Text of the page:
Additional details about images used in the online exhibits and throughout the Emerging America site are available on the Image Credits page. Links to the letters and other primary sources appear throughout the site, especially under “Story of the Steamboat Barnet.”. Or you may browse an annotated the list of all our primary sources grouped by type.
Through the rich set of primary and secondary resources on this site, visitors can follow the voyage of the Steamboat Barnet, the first steam-powered boat to pass the Enfield Rapids of the Connecticut River in 1826 and open up western New England to water-based transport of goods and people. Students and teachers will learn about this significant event in the Transportation Revolution through an examination of a variety of primary sources, including letters, published memoirs, speeches, drawings, paintings and newspaper advertisements. The Cast of Characters, an interactive timeline and interactive map will place these sources and events in the context of this dynamic time in U.S. History.
Henry Clay. Cincinnati, Ohio. August 3, 1830.
This speech was delivered by Clay at the mechanics collation in Cincinnati. In these excerpts, he lays out his arguments in support of the American System, which he claims will “diffuse the comforts of civilization throughout our society.” He also addresses some of the concerns raised by Southern opponents of the American System.
(ad). Hampshire Gazette. 1845.
This ad appeared in the Hampshire Gazette, promoting a steamboat route that connects goods brought in from Albany and Boston by railroad to Cheapside in Northern Franklin County.
From the collections of Historic Northampton.
Springfield Republican 1 May 1827.
This ad for groceries imported from near and far represents some of the goods brought into the area by river and road. From the collections of the Springfield History Library & Archives.
This map shows the scale of railroad development throughout New England and Eastern New York. The era of the steamboat on the Connecticut River was significant, but short-lived when the rapid development of railroad transportation supplanted river transport as the dominant method to transport goods and people on the Connecticut.
From the collections of the Library of Congress
This map represents the spread of the railroad system in the Northeast by the end of the nineteenth century. It shows the northern United States showing cities and towns and the railroad network with emphasis on the main line. This line was chartered in 1830 and opened in 1835. In 1841 a second track was laid.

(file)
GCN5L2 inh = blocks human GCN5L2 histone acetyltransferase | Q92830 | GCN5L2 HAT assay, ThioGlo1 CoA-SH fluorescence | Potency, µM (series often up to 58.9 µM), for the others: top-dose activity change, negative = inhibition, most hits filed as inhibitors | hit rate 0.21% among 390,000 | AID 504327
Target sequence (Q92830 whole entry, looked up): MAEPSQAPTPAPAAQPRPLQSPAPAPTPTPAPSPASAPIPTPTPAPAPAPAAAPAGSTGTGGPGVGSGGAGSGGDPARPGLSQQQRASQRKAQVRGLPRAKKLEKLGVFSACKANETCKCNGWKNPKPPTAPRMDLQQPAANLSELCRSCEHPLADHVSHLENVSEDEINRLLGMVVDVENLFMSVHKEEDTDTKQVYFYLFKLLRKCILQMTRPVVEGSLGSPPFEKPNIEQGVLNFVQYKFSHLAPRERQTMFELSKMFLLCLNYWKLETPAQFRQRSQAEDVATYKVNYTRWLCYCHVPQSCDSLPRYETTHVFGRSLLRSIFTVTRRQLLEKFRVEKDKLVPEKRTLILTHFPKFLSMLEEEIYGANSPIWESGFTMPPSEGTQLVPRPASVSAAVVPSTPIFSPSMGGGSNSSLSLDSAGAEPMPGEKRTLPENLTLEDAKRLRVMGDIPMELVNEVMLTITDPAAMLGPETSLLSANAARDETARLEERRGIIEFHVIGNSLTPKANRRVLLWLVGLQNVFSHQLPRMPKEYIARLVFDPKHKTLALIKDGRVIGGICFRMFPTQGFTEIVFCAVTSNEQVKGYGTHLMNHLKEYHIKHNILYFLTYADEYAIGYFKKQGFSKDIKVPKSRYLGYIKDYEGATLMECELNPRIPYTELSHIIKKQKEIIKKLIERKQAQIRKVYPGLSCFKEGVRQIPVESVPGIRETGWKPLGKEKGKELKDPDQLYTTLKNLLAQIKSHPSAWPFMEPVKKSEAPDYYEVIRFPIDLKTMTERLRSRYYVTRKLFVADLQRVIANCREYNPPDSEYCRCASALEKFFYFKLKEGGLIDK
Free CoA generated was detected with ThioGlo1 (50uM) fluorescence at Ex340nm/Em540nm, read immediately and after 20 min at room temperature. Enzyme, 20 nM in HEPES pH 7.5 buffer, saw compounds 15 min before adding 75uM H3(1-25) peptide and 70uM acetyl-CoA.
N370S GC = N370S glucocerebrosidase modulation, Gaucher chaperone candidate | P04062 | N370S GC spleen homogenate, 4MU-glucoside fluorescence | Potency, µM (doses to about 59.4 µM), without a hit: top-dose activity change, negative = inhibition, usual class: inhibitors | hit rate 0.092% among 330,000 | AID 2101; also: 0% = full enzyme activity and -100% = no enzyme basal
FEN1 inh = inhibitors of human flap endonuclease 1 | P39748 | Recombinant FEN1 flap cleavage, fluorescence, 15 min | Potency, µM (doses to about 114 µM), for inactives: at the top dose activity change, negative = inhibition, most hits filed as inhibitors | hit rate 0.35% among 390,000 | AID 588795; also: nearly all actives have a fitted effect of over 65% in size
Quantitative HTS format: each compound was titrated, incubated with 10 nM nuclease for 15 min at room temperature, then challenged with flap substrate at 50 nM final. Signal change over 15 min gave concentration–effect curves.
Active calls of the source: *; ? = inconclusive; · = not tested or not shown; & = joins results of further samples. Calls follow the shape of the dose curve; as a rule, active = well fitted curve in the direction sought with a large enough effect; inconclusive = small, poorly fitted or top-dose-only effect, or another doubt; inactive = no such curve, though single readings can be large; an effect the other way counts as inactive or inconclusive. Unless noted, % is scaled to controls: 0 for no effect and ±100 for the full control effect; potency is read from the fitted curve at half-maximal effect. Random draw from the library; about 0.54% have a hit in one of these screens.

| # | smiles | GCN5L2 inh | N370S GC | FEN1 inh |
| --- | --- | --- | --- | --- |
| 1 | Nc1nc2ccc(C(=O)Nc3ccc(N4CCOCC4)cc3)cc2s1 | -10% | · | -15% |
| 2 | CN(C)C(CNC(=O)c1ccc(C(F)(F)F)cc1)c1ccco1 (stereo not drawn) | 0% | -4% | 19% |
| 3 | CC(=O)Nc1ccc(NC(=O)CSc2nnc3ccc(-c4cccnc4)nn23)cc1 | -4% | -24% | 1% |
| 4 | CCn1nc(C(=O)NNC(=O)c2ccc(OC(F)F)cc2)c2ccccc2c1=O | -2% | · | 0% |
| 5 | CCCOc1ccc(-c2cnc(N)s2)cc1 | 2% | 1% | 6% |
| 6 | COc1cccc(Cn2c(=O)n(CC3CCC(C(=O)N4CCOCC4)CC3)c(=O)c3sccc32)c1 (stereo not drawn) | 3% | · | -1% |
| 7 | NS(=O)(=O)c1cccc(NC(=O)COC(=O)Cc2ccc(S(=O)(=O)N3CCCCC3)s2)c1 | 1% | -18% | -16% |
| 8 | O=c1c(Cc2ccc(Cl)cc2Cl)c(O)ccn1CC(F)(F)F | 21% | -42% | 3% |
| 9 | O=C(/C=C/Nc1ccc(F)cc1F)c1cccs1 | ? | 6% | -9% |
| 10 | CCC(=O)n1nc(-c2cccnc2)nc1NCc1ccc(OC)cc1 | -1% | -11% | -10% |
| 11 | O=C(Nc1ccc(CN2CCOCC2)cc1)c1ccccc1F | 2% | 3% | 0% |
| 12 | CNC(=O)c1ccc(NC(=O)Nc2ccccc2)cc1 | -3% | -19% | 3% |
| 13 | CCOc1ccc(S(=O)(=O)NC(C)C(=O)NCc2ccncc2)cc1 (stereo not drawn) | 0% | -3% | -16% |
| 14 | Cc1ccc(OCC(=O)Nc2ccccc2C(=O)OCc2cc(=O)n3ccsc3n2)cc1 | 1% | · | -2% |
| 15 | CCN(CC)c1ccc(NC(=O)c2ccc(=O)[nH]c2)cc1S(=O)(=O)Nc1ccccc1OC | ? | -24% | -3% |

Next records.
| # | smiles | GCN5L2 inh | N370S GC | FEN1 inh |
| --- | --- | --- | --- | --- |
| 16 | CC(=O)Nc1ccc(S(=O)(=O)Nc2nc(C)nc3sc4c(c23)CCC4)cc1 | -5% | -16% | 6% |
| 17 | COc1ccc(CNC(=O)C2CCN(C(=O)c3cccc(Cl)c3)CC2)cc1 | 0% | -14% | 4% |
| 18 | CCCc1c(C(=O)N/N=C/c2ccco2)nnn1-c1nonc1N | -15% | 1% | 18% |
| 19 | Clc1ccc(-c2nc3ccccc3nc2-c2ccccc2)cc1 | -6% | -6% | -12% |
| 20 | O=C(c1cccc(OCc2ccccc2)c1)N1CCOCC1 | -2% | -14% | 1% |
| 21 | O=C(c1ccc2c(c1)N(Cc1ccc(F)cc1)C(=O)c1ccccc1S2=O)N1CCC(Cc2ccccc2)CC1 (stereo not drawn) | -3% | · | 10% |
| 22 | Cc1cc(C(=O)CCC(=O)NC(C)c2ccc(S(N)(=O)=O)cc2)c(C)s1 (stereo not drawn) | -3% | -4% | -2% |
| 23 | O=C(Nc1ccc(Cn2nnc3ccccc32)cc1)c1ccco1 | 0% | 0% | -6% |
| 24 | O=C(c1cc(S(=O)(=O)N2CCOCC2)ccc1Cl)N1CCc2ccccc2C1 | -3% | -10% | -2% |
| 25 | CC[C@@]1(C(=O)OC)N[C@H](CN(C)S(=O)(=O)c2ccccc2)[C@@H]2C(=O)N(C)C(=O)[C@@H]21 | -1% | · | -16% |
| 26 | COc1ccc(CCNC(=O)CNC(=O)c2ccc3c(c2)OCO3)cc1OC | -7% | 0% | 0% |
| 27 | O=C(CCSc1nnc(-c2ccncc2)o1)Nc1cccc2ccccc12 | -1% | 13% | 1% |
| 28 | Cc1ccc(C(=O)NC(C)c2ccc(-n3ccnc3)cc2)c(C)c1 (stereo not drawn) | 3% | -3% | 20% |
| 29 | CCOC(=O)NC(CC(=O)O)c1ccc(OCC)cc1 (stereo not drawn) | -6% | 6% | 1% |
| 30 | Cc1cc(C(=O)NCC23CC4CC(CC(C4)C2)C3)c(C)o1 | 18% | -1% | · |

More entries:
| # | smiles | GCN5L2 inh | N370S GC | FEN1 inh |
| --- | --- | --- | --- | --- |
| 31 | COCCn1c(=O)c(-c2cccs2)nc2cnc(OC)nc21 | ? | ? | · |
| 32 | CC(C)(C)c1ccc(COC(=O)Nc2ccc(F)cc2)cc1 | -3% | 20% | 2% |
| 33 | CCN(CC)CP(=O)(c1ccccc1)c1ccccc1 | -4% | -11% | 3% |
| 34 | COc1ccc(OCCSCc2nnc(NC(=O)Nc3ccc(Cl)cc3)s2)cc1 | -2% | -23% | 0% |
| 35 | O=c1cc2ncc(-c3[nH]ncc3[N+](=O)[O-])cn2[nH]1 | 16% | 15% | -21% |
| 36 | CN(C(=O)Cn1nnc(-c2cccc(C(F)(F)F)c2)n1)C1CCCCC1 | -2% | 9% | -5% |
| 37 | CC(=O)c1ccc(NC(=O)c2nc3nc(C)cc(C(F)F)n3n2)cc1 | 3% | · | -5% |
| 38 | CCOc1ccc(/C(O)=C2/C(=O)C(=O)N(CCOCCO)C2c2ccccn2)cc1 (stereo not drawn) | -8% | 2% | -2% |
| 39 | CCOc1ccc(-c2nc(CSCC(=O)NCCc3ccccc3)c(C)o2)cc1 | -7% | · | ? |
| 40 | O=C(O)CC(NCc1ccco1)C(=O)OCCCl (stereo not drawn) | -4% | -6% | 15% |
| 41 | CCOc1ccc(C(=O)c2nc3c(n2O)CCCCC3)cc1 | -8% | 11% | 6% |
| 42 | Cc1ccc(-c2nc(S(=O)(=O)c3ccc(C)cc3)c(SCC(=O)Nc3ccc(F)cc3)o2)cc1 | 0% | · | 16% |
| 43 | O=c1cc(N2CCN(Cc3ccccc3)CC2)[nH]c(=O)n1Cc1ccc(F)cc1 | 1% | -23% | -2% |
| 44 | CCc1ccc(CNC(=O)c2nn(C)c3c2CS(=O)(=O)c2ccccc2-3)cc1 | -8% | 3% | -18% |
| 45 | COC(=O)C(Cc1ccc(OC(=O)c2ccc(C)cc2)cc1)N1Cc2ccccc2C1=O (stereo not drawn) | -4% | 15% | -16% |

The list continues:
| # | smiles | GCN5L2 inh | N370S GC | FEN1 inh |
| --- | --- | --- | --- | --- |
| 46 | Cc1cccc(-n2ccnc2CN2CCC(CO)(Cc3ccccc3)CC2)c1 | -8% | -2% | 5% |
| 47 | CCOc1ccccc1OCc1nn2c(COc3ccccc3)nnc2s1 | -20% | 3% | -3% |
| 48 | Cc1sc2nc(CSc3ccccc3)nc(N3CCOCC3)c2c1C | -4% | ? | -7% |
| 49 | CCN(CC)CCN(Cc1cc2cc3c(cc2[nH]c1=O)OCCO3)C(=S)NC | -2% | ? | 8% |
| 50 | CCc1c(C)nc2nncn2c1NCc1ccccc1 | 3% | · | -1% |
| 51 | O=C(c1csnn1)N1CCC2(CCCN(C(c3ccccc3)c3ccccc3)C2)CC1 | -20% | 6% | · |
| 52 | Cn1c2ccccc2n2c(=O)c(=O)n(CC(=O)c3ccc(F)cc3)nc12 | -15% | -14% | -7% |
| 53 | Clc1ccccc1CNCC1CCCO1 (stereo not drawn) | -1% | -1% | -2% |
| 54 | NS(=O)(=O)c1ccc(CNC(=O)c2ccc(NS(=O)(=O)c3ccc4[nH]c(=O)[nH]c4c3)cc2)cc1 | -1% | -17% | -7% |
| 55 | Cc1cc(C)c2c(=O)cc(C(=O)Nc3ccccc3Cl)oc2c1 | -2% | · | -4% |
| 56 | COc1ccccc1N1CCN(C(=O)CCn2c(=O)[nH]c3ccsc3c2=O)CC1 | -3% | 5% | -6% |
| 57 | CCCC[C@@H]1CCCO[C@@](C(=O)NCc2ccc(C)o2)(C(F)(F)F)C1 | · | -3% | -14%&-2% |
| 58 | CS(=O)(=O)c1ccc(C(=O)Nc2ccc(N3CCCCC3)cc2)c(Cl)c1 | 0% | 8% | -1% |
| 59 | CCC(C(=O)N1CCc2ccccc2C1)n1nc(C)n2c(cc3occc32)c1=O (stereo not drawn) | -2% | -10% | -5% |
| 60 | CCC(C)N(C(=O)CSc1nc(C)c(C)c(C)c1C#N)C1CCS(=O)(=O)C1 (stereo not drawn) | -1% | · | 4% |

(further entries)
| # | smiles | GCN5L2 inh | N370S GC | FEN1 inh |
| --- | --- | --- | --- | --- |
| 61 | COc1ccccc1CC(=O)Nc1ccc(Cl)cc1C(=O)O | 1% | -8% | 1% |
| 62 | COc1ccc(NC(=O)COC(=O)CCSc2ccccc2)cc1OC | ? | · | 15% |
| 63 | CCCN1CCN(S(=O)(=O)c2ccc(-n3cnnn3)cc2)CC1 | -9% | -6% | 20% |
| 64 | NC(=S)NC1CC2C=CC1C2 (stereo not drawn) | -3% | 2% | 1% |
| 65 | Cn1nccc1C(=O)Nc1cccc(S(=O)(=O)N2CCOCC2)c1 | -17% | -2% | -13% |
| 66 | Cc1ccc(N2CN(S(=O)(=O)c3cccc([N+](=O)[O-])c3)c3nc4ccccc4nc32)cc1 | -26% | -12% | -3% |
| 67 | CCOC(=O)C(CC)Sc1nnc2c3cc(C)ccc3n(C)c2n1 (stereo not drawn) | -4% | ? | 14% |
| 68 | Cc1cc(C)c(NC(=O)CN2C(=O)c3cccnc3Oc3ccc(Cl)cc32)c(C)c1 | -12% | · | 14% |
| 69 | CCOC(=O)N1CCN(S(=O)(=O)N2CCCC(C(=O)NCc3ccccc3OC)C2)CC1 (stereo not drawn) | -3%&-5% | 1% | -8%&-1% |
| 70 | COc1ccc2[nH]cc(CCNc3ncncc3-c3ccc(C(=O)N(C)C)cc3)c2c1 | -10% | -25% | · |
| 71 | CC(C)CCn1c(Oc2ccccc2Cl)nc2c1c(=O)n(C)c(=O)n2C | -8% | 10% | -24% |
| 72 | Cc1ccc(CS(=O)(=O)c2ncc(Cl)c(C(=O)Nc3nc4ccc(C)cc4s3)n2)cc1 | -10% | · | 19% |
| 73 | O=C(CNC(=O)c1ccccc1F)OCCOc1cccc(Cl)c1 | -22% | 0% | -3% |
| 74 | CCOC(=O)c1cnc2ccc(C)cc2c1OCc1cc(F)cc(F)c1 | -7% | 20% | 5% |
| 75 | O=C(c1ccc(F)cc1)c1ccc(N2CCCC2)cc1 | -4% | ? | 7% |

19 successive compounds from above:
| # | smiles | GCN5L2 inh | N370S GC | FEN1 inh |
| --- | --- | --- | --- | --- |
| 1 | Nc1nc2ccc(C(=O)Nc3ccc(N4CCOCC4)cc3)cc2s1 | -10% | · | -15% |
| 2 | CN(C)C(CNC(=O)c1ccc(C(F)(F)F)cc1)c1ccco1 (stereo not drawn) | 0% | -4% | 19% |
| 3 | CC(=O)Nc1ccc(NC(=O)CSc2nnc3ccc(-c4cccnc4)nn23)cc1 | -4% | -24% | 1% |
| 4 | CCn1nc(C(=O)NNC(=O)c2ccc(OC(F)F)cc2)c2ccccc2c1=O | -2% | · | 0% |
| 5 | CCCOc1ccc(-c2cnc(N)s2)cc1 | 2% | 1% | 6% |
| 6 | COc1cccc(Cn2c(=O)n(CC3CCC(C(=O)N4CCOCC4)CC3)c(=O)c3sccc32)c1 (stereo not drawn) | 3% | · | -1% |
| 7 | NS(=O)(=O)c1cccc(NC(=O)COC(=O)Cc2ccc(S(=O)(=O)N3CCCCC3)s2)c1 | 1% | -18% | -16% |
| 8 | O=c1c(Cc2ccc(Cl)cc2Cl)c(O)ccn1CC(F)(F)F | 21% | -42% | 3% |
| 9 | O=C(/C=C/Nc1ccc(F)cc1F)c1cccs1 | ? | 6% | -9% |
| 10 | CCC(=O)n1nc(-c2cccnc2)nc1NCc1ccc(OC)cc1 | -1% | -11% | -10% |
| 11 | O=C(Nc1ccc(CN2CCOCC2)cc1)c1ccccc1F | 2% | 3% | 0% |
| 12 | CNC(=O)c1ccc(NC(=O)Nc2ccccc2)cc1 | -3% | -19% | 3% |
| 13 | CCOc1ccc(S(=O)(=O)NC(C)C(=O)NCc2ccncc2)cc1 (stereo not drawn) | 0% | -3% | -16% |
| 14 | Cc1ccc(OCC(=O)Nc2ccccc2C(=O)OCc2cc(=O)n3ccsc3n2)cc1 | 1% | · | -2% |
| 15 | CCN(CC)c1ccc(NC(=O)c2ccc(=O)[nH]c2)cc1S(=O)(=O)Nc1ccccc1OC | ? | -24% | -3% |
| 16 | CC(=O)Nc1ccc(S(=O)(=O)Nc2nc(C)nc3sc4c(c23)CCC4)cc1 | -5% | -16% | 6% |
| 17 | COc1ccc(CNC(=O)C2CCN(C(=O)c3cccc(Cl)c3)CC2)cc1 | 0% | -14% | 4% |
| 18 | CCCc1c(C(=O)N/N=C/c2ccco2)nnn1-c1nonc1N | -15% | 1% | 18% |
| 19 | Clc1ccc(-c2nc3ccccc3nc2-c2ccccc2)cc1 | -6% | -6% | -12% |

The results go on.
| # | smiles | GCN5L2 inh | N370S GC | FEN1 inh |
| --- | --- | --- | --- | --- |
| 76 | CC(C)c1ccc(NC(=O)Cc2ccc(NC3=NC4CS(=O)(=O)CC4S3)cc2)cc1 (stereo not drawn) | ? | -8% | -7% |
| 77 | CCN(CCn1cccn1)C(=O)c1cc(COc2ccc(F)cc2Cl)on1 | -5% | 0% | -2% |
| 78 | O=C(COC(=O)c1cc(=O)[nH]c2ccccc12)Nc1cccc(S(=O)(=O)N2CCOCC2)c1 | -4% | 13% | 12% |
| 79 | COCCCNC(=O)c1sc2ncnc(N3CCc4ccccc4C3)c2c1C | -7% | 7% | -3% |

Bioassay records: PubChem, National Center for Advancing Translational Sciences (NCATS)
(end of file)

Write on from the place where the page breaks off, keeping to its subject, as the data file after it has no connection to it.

From the collections of the Library of Congress
In the 1820s, Dr. Timothy Dwight, past president of Yale University, traveled through the area for his health. In his Travels in New-England and New York, Dr. Dwight describes in detail his trip through the South Hadley Canal and the machinery that made it possible.
Dwight, Timothy. Travels in New-England and New York. London: William Baynes and Son, 1823. Print. p. 286-288.
Photographs from the Lyman & Merrie Wood Museum of Springfield History exhibit, Made in the Valley, are used to represent the wide variety of products that were made in the Connecticut River Valley. In many ways, the Transportation Revolution sparked by the voyage of the Steamboat Barnet made the development of these industries possible.
This drawing shows the complicated workings of the South Hadley canal system — the first of its kind built in the United States. It became the model for other canal systems, but when the canal needed to be deepened, it was replaced with a lock system.
Having never visited the United States, French artist Victor de Grailly based this painting of the Connecticut River on an engraving by William Henry Bartlett. de Grailly created a number of paintings of this same view and sold them throughout Europe and the United States.
Painting. Thomas Cole. 1836. The Hudson River School landscape artist, Thomas Cole, painted this view of the Oxbow of the Connecticut River in Northampton, following his trip to the area in 1833. Cole later wrote of the Connecticut River, “…the imagination can scarcely conceive Arcadian vales more lovely or more peaceful than the valley of the Connecticut…” (“Essay on American Scenery”, American Monthly Magazine 1: January 1836).
From the collections of the Metropolitan Museum of Art
This 1831 political cartoon ridicules Henry Clay’s position on the American System. Monkeys, labeled as different parts of the nation’s economy, are depicted stealing each other’s resources. Two commentators are pictured at right, one speaking in support, the other against.
From Project Gutenberg (online). Download a printable PDF with explanation